We know that Suharto gave two contradictory public accounts of his meeting with Latief late in the night of September 30th at the Army Hospital. Neither one is plausible. To the American journalist Arnold Brackman, Suharto said that Latief had come to the hospital to ‘check’ on him (Suharto’s baby son Tommy was being treated for minor burns from scalding soup). But ‘checking’ on him for what? Suharto did not say. To Der Spiegel Suharto later confided that Latief had come to kill him, but lost his nerve because there were too many people around (as if Gus Dul only then realized that hospitals are very busy places!). The degree of Suharto’s commitment to truth can be gauged from the following facts. By October 4, 1965, a team of forensic doctors had given him directly their detailed autopsies on the bodies of the murdered generals. The autopsies showed that all the victims had been gunned down by military weapons. But two days later, a campaign was initiated in the mass media, by then fully under Kostrad control, to the effect that the generals’ eyes had been gouged out, and their genitals cut off, by members of Gerwani [the Communist Party’s women’s affiliate]. These icy lies were planned to create an anti-communist hysteria in all strata of Indonesian society.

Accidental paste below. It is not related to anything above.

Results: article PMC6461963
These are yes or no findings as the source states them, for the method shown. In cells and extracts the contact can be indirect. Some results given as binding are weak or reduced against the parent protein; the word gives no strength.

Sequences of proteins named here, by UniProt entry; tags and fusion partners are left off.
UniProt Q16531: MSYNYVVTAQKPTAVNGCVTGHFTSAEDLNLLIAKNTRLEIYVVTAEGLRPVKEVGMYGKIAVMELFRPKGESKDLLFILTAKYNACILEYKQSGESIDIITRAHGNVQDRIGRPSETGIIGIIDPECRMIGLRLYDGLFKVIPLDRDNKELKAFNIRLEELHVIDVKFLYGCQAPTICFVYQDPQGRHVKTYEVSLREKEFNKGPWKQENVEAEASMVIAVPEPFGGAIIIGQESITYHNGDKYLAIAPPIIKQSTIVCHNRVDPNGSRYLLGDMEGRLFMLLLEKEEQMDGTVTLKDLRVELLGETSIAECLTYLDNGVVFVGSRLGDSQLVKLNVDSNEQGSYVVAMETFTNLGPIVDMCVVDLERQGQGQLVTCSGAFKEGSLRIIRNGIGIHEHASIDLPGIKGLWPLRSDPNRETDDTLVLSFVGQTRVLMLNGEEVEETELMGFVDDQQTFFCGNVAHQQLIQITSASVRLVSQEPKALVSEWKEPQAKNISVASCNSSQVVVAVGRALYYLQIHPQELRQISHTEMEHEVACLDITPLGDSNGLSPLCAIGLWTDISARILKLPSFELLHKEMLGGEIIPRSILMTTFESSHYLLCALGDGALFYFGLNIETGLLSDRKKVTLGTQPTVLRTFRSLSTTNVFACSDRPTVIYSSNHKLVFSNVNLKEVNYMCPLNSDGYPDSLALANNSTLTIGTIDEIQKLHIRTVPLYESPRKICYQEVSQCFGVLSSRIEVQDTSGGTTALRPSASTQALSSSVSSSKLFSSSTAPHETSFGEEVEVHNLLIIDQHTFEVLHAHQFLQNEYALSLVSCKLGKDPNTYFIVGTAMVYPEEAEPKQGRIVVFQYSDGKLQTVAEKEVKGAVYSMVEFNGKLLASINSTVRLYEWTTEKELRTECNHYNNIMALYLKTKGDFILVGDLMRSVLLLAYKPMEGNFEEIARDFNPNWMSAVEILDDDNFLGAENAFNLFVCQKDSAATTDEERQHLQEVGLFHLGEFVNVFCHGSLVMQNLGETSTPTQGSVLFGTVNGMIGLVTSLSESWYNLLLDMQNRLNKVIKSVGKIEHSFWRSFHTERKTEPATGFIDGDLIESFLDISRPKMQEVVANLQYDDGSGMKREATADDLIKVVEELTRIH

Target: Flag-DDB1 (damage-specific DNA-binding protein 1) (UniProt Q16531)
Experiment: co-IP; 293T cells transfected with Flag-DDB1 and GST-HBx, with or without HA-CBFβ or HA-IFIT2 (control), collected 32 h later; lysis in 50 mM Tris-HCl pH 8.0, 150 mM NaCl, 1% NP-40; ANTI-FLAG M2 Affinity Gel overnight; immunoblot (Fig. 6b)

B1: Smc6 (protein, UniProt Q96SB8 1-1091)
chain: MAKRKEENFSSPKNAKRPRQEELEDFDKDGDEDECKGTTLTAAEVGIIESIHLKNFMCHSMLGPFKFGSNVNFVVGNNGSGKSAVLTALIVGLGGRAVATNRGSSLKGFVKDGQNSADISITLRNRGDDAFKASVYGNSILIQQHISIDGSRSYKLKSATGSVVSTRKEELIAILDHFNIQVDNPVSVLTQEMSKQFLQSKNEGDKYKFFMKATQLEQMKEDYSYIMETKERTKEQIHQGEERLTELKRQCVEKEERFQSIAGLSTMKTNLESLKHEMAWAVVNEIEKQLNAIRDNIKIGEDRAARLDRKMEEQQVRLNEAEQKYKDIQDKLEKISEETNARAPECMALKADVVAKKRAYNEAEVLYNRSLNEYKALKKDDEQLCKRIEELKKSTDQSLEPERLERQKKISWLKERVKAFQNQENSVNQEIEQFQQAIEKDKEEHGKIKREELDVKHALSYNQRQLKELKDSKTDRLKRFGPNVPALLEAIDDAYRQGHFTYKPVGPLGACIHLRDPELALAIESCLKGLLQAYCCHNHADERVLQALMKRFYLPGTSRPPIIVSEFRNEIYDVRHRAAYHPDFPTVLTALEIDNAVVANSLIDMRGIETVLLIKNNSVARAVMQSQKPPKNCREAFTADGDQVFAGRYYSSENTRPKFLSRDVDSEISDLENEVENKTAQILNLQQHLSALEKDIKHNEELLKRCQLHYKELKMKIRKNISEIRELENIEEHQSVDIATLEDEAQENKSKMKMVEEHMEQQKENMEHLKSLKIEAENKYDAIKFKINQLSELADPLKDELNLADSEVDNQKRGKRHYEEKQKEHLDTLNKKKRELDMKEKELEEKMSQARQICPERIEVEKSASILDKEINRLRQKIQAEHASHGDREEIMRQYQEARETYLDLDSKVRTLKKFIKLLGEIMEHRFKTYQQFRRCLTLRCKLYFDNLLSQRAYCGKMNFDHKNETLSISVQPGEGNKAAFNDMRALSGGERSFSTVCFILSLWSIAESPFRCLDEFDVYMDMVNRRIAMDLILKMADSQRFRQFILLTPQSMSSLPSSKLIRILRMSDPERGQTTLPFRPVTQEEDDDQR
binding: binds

Other facts strengthen Latief’s accusation. Almost all the key military participants in the September 30th Movement were, either currently or previously, close subordinates of Suharto: Lieutenant-Colonel Untung, Colonel Latief, and Brigadier-General Supardjo in Jakarta, and Colonel Suherman, Major Usman, and their associates at the Diponegoro Division’s HQ in Semarang. When Untung got married in 1963, Suharto made a special trip to a small Central Javanese village to attend the ceremony. When Suharto’s son Sigit was circumcised, Latief was invited to attend, and when Latief’s son’s turn came, the Suharto family were honoured guests. It is quite plain that these officers, who were not born yesterday, fully believed that Suharto was with them in their endeavour to rescue Sukarno from the conspiracy of the Council of Generals. Such trust is incomprehensible unless Suharto, directly or indirectly, gave his assent to their plans. It is therefore not at all surprising that Latief’s answer to my question, ‘How did you feel on the evening of October 1st?’—Suharto had full control of the capital by late afternoon—was, ‘I felt I had been betrayed.’